The Israeli Ministry of Education announced that Prof. Dani Zamir from the Hebrew University’s Robert H. Smith faculty of agriculture, food and environment is the laureate of the Israel prize for agricultural research and environmental science. The prize committee praised Prof. Zamir as a leader in his field: “He is internationally recognized and involved in international cooperative ventures. He has contributed and continues to contribute to Israeli and global agriculture.”
Twenty years ago, Prof. Zamir founded A.B. Seeds, which together with the Hebrew university’s technology transfer company, Yissum, developed one of the leading species of tomatoes grown in California. A.B. Seeds was sold in 2008 to De Ruiter, and subsequently purchased by Monsanto, with the Israeli branch becoming Monsanto's Vegetable Seeds Division. Ten years ago, he and his student, Yaniv Semel, set up a company that applies computational methods to genetic cultivation. Zamir has won numerous research grants, among them, several BARD research grants.
Zamir’s BARD funded projects were in collaboration with Prof. Steven Tanksley of Cornell’s College of Agriculture and Life Sciences. Together they developed innovative tools for genetic cultivation which revolutionized the breeding industry. They found the loci of positive genetic traits in wild tomato species and used map-based cloning to graft these traits onto processed tomatoes. Their research led to the development of drought and salinity tolerant, and disease resistant, tomato varieties which are cultivated throughout the world. Today, the tomato species that were developed by these researchers account for 14% of the California market for canned tomatoes and tomato ketchup.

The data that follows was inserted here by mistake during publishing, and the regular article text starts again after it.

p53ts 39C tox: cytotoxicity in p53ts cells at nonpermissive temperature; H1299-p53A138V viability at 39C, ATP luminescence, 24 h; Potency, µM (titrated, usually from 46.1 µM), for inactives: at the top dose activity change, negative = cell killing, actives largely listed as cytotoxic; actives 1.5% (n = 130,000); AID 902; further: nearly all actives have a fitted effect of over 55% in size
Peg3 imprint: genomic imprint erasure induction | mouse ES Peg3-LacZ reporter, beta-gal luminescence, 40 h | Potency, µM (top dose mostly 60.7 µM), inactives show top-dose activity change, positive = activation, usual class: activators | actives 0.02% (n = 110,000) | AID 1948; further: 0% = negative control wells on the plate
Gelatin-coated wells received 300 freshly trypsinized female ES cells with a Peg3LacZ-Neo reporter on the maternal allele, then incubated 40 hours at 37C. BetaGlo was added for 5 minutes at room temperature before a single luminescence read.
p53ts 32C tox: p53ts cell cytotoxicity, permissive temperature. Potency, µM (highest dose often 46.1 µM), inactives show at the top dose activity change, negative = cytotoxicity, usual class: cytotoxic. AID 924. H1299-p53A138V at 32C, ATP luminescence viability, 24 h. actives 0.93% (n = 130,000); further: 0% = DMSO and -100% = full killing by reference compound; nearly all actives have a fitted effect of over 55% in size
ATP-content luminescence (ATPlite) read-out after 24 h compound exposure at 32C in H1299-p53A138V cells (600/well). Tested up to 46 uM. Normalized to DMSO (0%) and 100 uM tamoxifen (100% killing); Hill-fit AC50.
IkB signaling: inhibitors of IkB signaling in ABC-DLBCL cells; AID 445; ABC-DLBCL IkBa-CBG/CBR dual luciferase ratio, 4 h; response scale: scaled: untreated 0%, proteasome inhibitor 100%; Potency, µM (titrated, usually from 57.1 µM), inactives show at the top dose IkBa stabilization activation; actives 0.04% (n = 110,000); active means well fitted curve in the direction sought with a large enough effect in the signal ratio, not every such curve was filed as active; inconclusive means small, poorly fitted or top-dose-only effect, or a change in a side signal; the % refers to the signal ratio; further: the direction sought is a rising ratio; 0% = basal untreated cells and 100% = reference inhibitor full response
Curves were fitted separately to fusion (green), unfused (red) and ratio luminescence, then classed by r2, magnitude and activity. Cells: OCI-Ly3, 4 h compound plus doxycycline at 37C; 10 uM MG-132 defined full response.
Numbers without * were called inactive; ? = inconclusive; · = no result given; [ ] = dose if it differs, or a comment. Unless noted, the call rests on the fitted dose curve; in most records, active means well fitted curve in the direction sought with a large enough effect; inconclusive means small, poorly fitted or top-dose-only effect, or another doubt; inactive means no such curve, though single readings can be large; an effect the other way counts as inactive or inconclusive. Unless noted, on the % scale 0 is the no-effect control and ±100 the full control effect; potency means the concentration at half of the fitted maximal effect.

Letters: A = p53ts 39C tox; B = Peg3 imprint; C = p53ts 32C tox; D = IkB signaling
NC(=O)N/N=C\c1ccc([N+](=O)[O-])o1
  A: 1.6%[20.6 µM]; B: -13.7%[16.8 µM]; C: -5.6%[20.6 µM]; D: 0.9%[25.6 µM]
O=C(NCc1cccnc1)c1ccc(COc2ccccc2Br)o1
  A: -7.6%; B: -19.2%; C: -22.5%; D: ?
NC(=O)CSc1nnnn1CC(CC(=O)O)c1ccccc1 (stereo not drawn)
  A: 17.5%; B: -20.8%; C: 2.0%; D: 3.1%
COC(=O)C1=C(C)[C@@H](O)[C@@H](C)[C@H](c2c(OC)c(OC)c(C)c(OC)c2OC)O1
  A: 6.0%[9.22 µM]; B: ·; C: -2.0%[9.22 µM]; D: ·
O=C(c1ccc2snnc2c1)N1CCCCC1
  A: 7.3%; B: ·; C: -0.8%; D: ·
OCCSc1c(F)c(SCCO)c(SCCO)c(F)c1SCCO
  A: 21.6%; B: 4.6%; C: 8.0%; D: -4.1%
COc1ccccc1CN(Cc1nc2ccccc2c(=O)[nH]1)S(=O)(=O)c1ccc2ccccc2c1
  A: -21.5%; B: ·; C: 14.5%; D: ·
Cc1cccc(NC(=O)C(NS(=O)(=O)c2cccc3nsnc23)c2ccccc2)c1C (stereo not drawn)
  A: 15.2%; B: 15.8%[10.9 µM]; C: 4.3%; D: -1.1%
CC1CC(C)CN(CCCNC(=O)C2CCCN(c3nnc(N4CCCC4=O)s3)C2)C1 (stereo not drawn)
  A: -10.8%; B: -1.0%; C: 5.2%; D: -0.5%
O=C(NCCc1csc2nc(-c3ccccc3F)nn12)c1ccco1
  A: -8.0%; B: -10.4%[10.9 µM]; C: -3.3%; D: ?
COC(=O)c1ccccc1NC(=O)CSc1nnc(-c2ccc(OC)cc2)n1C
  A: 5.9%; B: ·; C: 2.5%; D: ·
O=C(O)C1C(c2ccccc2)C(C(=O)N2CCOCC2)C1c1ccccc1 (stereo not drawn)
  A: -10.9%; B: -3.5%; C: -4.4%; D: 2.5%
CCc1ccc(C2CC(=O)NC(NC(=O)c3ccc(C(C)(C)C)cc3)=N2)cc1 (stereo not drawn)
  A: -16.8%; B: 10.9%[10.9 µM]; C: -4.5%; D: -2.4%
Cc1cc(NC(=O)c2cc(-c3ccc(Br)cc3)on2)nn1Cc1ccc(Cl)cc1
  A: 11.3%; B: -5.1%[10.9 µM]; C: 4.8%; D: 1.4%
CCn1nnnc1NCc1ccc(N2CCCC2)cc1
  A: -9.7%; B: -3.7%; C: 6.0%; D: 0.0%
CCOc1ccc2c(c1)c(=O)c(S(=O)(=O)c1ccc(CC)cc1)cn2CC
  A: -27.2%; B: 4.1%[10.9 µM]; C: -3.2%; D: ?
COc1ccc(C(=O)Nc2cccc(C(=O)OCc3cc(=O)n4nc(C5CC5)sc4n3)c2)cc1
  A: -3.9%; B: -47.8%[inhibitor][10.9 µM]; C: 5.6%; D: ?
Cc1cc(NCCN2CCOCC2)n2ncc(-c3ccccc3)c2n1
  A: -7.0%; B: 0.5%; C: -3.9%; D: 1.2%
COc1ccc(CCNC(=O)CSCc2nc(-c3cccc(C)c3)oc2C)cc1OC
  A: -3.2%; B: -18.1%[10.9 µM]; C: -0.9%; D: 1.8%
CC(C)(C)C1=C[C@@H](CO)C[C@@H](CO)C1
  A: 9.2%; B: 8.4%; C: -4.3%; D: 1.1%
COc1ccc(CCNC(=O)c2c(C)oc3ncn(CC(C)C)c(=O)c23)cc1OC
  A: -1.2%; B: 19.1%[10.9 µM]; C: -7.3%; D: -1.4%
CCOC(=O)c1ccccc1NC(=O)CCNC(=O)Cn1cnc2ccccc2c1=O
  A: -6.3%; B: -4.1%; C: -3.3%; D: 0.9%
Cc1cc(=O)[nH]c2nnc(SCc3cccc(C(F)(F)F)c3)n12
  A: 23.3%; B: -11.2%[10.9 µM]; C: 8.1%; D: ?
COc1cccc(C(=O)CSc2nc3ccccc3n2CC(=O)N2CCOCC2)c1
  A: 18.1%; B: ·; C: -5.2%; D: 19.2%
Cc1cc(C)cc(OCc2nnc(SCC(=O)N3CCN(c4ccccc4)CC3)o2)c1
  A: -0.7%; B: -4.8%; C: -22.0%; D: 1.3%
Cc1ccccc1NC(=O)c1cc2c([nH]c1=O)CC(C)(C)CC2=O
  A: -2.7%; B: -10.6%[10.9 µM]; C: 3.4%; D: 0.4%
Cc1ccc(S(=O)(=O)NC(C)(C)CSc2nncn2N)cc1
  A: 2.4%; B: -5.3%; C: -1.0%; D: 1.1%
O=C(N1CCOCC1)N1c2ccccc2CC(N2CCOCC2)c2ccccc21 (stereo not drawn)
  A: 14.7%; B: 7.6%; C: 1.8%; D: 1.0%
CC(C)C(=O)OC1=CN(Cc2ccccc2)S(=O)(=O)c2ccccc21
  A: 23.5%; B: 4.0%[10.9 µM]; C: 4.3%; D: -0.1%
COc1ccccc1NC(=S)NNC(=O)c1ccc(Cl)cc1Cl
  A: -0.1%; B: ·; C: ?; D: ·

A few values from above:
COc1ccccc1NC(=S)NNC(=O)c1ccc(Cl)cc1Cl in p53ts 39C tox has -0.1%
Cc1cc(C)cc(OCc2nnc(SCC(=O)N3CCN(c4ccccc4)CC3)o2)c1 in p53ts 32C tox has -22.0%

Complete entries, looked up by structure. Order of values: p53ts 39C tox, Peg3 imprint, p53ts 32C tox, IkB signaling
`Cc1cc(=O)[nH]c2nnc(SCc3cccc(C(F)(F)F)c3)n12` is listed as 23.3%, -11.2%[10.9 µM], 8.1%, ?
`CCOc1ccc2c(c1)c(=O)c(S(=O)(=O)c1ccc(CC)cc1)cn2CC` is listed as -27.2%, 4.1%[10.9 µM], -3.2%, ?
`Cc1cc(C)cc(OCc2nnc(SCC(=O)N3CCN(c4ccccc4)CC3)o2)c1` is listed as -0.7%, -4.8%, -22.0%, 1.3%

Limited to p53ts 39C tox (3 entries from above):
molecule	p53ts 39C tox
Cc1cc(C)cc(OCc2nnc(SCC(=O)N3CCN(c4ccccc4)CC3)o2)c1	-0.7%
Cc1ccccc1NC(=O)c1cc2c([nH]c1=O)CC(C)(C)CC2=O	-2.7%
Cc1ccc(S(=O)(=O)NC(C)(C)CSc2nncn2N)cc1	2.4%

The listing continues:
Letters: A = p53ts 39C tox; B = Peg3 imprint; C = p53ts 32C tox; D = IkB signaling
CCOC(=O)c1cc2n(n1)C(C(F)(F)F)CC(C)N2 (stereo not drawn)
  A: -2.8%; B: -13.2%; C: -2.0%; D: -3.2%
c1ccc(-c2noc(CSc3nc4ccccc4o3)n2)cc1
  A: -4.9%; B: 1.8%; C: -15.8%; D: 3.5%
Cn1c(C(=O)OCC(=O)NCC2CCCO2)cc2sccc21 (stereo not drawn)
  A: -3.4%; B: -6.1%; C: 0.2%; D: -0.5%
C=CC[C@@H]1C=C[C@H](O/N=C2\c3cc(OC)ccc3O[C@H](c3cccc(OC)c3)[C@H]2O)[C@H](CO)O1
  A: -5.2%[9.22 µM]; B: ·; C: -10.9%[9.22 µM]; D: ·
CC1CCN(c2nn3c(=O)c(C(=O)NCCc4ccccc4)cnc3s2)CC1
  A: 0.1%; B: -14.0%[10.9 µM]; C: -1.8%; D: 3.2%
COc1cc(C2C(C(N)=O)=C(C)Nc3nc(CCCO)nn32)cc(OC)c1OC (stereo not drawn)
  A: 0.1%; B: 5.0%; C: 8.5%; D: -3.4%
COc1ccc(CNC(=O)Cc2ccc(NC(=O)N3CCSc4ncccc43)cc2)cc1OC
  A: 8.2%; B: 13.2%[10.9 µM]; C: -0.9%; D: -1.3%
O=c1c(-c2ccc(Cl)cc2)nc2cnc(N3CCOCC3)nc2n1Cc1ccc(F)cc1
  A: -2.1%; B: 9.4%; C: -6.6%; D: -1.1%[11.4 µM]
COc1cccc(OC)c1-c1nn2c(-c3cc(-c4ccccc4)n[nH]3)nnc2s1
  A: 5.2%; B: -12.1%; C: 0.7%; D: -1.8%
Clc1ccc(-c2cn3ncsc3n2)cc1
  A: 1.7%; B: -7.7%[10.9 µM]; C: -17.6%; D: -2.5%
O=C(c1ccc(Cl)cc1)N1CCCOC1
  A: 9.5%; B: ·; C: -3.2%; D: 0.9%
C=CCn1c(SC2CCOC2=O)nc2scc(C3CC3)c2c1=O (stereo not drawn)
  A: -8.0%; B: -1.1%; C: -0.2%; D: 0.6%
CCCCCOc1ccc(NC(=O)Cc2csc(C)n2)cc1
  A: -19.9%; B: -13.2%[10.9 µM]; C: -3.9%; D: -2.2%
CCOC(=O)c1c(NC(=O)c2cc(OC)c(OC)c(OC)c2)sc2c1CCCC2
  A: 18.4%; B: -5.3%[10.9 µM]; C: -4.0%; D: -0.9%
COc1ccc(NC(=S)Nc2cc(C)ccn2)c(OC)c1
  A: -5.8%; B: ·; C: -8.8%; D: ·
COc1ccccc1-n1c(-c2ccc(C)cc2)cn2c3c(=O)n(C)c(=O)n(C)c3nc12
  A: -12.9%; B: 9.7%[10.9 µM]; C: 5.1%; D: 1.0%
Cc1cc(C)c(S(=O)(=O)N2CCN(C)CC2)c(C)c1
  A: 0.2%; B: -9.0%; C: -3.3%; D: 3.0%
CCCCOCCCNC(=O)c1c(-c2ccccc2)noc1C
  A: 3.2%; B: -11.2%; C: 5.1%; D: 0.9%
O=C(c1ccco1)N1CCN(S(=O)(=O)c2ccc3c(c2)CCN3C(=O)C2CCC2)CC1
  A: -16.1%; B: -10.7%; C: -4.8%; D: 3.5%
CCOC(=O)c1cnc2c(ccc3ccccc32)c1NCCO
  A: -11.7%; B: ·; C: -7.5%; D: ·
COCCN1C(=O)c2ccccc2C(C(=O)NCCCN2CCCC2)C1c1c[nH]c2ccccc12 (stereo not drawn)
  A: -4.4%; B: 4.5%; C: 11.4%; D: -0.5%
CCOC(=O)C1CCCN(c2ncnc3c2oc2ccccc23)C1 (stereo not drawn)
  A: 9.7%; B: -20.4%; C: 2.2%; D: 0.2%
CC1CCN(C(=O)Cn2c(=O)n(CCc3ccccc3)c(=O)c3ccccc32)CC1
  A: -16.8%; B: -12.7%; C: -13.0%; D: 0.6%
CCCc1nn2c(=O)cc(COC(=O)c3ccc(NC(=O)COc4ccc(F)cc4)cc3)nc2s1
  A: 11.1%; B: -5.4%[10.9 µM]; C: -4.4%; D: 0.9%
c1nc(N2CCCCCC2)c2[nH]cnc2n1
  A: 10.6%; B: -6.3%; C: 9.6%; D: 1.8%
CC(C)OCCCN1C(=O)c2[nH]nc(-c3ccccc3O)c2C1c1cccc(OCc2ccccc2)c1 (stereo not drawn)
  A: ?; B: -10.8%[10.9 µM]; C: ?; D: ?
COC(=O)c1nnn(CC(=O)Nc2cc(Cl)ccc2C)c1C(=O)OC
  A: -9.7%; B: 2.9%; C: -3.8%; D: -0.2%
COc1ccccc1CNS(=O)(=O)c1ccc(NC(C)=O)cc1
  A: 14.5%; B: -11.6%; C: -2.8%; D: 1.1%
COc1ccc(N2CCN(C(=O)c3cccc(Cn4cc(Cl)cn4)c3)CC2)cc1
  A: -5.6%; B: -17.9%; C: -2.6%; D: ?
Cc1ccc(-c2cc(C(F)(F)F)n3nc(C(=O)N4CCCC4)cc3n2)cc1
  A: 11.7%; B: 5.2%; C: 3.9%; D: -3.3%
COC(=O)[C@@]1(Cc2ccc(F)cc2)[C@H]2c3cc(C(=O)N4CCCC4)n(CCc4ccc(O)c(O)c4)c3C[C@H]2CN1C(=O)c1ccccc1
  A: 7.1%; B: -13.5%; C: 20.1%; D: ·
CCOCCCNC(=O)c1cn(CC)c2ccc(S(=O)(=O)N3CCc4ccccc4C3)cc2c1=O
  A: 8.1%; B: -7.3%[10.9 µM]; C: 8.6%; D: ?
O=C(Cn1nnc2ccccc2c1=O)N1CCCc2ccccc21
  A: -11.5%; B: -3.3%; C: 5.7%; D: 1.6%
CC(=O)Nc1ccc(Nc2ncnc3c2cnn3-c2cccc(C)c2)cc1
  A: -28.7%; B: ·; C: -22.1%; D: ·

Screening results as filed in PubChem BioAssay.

Prof. Yoram Kapulnik BARD’s Executive Director: “Prof. Zamir’s impressive work using innovative tools for genetic cultivation have made a true impact in his field. We are proud that his work has won such important recognition”.
BARD- the U.S-Israel Binational Agricultural Research and Development Fund, established in 1979, is a competitive funding program that supports collaborative agricultural research in areas of mutual interest to the U.S and Israel. BARD has funded outstanding agricultural science activities by leading researchers from the two countries. Its projects cover all phases of agricultural research and development, including integrated projects and strategic and applied research.